Teaching Tips

  • Have your class examine the painting from the 1531 Huejotzingo Codex featured in the archive. This codex served as evidence in a legal action brought by the Huejotzingo of Central Mexico to protest the heavy taxation they faced from their Spanish conquerors. This pictorial representation records the commodities and resources the Huejotzingo had already contributed to support Spanish expeditions: the eight small figures beneath the colored picture of the Madonna and child represent the slaves the tribe had sold in order to pay for the gold that went into making a banner for the Spanish expedition, while the rows of abstract shapes represent other commodities contributed to the campaign. After you have analyzed and interpreted the Huejotzingo Codex with your class, ask them to think about how the Spanish court might have responded to this document as a piece of legal evidence. Though it is an extremely sophisticated example of Native American record keeping and pictorial expression, it seems unlikely that Spanish judges would have appreciated its logic or understood its import without the explanation written in Spanish that accompanied it. Have students compare these paintings to the representation of slavery and the conquest given in Casas’s writings. What is the significance of his commitment to giving written expression to the injustices perpetrated against the Indians?
  • Students are sometimes startled by the graphic nature of Casas’s accounts of Spanish atrocities. Gleefully drowning children, dismembering pregnant women, and torturing captives over smoldering fires, the Spanish conquerors in Casas’s narrative engage in shocking brutality. Ask your students to consider why Casas might have chosen to represent so vividly the horror of the Spanish Conquest from the Indian point of view. How does his description reverse common European stereotypes about the “savagery” of American Indians? What kind of audience does he assume will read his work? Why might he think these accounts of violence will persuade them? Why does he consistently refer to the torture and murder of women and children? How effective is his strategy? You might have your students examine the graphic images of brutality that accompanied the English translation of Casas’s work, entitled “Tears of the Indians,” as they consider these questions.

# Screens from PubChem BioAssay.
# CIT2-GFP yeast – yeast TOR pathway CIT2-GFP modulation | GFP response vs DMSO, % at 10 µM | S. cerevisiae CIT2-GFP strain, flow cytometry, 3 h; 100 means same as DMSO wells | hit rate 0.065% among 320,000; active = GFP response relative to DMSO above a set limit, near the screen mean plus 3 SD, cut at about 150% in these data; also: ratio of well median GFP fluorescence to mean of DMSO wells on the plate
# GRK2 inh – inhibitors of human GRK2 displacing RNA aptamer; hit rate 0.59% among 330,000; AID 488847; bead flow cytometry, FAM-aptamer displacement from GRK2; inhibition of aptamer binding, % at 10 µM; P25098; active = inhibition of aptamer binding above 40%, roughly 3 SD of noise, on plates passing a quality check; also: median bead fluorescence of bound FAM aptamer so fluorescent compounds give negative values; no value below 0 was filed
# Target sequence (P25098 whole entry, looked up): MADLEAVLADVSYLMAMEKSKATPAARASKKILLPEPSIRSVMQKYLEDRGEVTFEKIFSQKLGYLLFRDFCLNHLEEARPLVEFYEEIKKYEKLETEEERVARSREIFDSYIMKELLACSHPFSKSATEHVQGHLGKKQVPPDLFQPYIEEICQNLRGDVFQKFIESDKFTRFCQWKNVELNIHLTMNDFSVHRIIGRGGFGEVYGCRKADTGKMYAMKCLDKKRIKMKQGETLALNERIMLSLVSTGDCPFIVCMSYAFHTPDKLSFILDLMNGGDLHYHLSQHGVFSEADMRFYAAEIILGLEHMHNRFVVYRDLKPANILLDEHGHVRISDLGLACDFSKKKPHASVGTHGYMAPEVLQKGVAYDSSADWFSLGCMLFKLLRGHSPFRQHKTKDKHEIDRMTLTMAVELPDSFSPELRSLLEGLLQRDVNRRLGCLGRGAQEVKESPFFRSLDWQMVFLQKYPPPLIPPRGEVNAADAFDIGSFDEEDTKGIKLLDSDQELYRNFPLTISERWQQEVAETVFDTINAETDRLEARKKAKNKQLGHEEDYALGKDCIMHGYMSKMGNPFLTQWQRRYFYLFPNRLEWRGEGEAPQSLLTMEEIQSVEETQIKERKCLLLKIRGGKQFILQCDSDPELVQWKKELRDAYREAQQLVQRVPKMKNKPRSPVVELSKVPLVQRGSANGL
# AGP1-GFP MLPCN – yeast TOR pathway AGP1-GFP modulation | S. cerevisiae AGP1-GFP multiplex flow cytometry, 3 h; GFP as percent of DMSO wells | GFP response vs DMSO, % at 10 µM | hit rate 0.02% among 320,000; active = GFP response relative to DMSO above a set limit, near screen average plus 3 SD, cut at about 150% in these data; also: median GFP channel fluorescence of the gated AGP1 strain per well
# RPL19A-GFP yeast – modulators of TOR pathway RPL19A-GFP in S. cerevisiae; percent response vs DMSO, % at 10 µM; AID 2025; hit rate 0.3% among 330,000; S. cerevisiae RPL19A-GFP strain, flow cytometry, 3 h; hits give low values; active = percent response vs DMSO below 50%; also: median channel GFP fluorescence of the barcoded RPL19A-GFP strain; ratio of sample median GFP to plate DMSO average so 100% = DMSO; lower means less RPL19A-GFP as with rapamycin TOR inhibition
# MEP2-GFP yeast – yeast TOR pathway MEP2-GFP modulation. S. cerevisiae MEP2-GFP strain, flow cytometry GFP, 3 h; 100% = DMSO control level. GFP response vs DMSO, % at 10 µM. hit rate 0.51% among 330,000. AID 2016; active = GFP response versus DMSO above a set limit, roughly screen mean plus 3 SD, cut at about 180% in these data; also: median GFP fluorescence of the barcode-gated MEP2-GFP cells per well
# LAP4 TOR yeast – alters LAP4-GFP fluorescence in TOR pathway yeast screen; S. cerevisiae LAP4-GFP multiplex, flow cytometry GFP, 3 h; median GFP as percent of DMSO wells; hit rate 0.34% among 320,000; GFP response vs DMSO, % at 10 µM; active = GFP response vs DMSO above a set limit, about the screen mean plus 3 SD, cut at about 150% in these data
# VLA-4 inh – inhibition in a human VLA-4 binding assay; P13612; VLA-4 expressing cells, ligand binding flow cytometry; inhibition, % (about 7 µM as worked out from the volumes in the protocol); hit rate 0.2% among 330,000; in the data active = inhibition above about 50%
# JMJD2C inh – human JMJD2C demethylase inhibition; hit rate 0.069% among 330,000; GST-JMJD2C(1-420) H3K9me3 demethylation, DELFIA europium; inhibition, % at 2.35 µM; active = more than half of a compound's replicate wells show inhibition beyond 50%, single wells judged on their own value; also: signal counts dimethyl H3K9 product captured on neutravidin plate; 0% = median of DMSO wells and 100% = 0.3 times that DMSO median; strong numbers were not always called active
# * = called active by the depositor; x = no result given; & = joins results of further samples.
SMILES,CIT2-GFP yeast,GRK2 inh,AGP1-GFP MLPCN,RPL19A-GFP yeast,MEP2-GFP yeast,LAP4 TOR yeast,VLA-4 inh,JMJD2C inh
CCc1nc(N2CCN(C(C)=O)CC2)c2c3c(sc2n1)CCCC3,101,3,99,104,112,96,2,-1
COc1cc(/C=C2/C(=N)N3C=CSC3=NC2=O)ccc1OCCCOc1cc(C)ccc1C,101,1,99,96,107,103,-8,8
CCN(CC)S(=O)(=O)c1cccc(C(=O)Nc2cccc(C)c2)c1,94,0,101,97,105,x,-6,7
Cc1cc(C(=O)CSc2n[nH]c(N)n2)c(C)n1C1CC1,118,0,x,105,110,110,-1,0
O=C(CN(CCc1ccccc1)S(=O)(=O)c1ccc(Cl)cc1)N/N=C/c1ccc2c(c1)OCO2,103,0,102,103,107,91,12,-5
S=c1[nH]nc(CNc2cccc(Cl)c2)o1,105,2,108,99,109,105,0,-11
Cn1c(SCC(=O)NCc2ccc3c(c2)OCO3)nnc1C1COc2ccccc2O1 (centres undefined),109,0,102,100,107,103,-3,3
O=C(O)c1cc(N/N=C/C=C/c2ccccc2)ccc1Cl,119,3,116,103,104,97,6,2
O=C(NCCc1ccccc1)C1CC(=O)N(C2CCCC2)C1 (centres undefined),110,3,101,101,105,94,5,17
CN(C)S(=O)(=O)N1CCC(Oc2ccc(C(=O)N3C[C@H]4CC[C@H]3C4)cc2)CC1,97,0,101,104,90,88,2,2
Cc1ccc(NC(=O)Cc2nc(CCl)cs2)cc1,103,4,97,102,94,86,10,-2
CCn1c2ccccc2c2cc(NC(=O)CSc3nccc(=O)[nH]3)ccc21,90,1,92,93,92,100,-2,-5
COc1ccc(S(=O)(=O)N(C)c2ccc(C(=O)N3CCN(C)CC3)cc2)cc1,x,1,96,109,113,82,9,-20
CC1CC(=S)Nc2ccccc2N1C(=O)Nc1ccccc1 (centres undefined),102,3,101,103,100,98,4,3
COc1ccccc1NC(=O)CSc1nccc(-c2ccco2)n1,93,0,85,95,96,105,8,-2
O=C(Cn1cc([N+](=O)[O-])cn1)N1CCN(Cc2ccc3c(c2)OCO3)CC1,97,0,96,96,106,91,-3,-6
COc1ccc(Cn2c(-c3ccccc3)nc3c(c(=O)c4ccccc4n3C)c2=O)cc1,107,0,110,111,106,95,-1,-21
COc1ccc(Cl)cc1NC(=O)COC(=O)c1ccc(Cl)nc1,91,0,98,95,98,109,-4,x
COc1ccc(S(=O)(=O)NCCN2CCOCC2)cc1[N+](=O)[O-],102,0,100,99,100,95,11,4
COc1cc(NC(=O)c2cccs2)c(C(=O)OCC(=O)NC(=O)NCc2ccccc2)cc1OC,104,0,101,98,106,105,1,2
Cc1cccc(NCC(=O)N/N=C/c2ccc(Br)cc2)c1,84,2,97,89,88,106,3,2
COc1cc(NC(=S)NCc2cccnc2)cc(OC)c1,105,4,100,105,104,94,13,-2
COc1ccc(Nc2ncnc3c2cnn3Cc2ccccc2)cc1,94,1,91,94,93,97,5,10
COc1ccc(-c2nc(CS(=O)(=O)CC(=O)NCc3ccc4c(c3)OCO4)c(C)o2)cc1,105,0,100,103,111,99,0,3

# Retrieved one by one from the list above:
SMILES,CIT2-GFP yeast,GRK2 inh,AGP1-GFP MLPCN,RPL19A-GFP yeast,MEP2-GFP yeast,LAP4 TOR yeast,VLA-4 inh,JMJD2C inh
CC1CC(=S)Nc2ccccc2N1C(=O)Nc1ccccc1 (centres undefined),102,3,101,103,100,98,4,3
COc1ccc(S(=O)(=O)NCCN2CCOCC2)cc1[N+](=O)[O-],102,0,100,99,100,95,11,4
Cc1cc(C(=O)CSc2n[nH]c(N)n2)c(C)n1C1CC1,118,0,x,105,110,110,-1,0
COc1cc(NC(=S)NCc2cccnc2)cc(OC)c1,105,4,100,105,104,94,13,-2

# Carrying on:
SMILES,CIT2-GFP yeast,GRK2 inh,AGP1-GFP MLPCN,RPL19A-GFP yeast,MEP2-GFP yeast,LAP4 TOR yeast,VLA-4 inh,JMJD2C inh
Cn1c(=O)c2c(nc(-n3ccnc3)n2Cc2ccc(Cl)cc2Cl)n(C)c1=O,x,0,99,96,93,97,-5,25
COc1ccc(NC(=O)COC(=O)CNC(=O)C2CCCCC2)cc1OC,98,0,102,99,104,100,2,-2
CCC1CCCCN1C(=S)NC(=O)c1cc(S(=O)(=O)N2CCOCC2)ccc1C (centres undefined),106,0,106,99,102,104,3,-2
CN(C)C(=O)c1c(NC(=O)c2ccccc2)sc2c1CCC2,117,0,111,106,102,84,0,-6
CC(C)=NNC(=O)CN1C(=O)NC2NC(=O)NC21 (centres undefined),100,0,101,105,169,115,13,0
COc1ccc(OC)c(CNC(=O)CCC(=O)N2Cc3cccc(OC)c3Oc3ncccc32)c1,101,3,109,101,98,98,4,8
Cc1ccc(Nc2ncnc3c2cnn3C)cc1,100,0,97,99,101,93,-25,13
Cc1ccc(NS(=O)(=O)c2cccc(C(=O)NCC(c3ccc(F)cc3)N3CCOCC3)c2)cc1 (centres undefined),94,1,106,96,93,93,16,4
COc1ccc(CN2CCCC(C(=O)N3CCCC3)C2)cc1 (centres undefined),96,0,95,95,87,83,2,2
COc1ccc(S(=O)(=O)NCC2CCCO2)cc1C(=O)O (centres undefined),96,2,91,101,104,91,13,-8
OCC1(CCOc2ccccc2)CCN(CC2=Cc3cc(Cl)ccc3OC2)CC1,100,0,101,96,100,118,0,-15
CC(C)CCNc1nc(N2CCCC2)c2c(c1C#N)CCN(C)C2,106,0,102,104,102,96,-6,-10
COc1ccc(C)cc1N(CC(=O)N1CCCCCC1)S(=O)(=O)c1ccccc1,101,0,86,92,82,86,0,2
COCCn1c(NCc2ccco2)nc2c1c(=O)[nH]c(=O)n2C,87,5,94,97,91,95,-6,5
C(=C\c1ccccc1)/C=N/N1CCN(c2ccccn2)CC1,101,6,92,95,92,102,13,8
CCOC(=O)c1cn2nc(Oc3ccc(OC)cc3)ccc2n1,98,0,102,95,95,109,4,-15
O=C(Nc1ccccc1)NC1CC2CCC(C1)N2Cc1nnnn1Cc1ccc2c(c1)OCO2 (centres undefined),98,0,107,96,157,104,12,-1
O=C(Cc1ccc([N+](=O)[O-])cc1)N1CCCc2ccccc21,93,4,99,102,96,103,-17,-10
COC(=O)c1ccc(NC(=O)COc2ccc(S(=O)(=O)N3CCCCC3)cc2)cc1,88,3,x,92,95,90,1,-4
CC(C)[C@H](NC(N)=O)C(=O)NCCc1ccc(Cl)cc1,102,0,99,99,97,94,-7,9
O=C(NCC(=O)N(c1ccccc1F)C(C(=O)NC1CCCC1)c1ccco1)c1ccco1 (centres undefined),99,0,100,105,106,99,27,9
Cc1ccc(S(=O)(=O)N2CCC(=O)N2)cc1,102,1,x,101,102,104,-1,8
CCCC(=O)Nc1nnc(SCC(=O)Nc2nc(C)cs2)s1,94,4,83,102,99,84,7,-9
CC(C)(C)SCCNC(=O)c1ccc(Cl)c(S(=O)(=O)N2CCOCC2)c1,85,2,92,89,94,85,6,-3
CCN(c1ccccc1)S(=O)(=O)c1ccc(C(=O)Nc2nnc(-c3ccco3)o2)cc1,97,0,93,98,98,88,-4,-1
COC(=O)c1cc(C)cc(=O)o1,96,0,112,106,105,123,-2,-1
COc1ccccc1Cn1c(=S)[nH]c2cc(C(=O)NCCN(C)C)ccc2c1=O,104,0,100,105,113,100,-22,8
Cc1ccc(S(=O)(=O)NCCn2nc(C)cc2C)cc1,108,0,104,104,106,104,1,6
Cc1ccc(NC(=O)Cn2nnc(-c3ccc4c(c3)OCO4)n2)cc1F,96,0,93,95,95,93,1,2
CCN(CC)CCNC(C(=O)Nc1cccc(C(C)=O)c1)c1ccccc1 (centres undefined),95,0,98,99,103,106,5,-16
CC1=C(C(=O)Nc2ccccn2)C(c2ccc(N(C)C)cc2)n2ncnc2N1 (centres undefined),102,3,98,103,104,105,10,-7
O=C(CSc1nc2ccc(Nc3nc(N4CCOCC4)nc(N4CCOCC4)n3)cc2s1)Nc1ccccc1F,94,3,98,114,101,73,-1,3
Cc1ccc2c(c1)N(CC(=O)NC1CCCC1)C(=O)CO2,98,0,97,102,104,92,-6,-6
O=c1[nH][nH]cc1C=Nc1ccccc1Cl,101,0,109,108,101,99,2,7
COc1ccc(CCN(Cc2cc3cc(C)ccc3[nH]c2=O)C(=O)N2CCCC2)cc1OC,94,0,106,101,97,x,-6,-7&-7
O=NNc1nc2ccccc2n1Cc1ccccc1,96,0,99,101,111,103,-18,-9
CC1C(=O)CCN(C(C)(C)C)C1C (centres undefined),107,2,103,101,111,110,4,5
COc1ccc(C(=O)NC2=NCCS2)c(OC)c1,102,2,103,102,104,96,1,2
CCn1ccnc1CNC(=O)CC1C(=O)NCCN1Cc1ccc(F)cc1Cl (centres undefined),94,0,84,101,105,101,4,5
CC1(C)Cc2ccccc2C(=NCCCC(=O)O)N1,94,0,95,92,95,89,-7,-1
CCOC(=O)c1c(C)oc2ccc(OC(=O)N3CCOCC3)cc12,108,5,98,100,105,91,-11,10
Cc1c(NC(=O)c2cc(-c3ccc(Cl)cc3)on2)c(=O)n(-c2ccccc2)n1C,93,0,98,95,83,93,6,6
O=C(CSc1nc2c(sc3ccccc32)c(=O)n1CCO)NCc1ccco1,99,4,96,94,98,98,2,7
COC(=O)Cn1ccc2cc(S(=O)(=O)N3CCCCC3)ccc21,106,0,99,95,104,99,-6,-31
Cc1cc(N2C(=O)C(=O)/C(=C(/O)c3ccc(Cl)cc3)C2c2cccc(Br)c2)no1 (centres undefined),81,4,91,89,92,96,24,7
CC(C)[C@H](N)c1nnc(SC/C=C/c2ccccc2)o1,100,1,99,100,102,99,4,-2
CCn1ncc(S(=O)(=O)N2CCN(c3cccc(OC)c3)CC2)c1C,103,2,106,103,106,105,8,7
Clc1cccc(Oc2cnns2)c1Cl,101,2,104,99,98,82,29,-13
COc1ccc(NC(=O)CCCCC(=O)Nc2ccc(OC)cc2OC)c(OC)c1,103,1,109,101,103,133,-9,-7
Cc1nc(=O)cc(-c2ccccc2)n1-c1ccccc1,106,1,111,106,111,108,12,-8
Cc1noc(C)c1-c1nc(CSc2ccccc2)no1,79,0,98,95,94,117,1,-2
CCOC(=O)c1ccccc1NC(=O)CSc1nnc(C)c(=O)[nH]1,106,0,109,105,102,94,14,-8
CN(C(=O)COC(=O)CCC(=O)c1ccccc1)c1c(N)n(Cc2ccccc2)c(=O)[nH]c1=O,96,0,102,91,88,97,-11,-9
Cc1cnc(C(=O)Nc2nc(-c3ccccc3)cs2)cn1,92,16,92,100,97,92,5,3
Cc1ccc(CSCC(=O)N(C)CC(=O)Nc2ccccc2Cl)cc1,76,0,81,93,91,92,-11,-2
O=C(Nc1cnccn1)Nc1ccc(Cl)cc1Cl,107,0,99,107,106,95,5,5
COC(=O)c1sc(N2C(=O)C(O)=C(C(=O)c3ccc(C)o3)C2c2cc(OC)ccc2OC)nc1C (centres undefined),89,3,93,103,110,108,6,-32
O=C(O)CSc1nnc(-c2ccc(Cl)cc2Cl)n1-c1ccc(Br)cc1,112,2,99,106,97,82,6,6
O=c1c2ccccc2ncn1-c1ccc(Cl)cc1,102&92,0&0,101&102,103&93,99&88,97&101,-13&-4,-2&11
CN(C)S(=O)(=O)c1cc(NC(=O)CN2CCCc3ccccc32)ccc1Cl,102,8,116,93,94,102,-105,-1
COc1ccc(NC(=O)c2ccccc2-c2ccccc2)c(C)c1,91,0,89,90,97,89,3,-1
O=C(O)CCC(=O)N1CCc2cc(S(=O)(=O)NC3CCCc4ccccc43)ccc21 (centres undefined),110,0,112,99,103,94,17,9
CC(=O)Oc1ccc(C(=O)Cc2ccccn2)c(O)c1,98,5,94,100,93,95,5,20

Author Questions

  1. Comprehension: What is the “Black Legend”?
  2. Comprehension: What motivated the Spanish to act with such cruelty toward the Indians, according to Casas?
  3. Comprehension: On what grounds does Casas attack Indian slavery? Why do you think he might have initially felt that replacing Indian slaves with African slaves was an acceptable alternative?
  4. Context: Examine the frontispiece and illustration from the 1656 Protestant English translation of Casas’s Brief Relation featured in the archive. How do the English publishers retitle Casas’s Brief Relation? What does the frontispiece’s description of the contents of the book emphasize? What is the significance of the verse from Deuteronomy printed at the base of the page? How might the illustrations change or intensify a reader’s reaction to Casas’s narrative?
  5. Context: According to a common European belief first coined by Aristotle and later adopted by Christian philosophers, the universe was structured according to immutable hierarchies. These hierarchies existed along the so-called Great Chain of Being, spanning from the dimensions of “non-being” (rocks and minerals) and extending through plants, animals, and man, all the way to God, as the representative of the highest form of “being.” Within the category of “man,” important hierarchies existed that separated more primitive peoples from more “cultured” or “advanced” societies. The following diagram shows the hierarchies of man as conceptualized in the Great Chain of Being:

    Corporeal Man — Man of Instinct — Man of Feeling — Thinking Man

    How do you think Casas and his critics might have been influenced by the concept of the Great Chain of Being? Where do you think most Europeans felt Indians belonged on the chain? Where would Casas place them?